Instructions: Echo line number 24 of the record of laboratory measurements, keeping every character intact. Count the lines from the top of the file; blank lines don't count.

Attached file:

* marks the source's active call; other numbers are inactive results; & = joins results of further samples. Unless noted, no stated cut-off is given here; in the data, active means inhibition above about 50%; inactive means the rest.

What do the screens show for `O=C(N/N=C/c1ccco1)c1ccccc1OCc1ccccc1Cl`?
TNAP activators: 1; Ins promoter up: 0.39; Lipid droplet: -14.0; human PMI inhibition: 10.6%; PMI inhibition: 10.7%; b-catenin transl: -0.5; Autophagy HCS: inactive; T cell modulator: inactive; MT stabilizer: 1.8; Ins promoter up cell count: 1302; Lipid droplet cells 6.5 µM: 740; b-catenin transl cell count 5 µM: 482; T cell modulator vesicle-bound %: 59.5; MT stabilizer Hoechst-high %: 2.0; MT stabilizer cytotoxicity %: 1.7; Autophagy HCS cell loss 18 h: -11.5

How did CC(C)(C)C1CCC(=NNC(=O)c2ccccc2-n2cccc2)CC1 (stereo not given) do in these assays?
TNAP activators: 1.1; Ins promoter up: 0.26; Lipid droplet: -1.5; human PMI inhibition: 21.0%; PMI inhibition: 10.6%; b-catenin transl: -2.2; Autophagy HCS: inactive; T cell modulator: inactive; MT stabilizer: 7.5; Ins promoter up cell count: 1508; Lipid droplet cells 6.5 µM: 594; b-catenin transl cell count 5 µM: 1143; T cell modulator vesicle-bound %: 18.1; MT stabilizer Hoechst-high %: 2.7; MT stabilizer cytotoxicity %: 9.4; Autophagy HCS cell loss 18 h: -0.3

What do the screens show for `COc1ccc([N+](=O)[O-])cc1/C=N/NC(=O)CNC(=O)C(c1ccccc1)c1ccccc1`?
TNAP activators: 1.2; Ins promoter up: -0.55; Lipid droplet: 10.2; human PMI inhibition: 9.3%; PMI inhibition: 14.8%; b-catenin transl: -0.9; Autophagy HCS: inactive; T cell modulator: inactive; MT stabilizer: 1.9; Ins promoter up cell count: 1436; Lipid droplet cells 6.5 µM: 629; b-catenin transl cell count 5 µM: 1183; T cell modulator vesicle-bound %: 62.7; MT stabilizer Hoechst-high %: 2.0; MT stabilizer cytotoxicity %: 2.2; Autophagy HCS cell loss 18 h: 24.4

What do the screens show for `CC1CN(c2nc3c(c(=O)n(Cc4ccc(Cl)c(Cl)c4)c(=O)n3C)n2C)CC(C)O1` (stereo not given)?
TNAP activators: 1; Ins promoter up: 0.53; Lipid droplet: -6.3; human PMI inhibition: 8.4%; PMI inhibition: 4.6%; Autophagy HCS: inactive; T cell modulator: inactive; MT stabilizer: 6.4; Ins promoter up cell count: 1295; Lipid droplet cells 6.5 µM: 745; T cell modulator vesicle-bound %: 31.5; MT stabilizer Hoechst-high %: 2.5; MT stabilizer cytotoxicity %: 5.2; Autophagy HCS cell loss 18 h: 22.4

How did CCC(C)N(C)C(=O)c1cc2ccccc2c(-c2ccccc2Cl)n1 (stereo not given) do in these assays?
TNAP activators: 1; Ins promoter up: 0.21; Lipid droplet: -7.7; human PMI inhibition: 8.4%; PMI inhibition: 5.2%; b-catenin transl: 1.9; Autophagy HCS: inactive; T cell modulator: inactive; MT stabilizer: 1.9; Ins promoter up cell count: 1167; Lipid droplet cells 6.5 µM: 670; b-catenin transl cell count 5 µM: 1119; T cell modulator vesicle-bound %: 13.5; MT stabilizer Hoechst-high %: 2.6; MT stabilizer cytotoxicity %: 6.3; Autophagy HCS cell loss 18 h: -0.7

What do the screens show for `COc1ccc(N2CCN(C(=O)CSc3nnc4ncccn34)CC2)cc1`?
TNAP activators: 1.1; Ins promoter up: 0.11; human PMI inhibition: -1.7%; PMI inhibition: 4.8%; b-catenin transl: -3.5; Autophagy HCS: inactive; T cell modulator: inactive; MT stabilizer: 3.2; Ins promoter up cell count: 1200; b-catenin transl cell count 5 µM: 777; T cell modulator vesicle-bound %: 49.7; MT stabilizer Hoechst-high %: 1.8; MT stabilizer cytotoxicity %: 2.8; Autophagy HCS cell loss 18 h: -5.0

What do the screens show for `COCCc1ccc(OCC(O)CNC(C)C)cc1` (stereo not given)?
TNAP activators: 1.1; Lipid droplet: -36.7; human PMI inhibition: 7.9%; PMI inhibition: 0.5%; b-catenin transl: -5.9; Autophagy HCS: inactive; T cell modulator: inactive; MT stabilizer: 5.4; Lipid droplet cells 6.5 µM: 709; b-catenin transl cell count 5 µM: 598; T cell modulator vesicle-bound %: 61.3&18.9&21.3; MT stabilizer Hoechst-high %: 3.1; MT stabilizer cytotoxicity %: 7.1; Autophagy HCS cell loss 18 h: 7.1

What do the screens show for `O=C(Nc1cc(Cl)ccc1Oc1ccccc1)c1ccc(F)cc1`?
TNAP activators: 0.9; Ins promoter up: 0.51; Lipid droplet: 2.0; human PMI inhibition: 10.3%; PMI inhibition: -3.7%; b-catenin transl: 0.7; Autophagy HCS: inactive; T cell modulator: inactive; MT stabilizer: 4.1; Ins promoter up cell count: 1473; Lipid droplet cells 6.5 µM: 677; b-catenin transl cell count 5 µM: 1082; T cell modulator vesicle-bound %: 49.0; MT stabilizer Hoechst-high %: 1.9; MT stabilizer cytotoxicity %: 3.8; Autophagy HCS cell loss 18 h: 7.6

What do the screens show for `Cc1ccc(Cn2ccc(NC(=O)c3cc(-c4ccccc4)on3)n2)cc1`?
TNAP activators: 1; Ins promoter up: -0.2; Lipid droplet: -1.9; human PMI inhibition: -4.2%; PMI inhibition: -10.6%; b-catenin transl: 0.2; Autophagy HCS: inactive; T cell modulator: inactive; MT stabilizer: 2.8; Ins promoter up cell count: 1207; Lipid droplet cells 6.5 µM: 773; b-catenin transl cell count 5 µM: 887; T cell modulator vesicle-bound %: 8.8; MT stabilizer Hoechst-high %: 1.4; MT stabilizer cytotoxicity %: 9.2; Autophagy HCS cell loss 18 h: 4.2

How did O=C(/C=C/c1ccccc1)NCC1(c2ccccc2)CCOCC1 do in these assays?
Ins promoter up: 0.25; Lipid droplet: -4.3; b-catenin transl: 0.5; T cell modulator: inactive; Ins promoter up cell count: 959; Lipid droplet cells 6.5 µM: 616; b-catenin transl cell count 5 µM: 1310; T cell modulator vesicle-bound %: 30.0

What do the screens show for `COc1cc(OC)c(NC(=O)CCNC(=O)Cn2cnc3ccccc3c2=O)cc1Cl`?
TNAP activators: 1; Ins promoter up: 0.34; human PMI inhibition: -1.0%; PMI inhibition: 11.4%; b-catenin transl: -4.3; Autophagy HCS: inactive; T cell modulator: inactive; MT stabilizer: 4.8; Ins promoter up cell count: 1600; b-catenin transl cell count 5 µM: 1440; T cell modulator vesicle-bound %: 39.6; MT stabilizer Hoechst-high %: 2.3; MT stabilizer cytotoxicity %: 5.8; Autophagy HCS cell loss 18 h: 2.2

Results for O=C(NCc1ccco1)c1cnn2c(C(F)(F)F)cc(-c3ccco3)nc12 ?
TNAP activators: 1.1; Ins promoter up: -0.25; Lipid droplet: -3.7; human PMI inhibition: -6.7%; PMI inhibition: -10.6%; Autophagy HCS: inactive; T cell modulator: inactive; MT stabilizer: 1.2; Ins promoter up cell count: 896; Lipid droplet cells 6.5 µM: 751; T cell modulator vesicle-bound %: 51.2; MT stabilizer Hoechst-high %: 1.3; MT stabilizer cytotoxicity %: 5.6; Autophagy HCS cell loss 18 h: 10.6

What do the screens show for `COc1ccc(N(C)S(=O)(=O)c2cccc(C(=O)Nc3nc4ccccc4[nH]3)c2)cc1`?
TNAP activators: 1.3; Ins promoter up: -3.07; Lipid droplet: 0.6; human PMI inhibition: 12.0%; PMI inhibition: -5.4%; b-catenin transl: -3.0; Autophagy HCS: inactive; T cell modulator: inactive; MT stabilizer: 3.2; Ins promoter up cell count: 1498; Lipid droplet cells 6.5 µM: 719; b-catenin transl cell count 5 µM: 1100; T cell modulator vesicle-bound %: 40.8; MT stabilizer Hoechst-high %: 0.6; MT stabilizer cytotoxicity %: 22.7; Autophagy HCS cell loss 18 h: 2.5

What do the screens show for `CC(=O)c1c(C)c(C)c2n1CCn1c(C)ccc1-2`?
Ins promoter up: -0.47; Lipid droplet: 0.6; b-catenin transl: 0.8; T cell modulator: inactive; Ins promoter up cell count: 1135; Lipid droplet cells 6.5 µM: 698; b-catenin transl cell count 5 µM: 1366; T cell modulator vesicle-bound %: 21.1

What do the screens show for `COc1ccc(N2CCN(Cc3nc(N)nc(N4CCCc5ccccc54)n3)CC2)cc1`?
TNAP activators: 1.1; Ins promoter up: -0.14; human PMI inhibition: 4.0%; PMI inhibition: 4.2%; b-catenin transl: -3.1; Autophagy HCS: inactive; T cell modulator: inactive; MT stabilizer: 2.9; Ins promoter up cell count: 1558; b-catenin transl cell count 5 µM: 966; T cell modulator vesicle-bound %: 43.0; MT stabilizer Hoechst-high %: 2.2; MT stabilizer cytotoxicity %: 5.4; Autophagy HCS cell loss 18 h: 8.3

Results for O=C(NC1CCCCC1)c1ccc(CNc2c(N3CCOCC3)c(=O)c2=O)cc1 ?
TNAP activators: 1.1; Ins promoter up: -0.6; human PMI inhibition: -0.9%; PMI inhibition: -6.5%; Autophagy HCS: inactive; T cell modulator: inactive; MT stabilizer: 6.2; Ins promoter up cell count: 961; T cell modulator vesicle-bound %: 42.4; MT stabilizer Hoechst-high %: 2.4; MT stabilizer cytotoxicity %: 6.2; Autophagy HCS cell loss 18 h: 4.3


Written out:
Results for O=C(NCc1ccco1)c1cnn2c(C(F)(F)F)cc(-c3ccco3)nc12 ?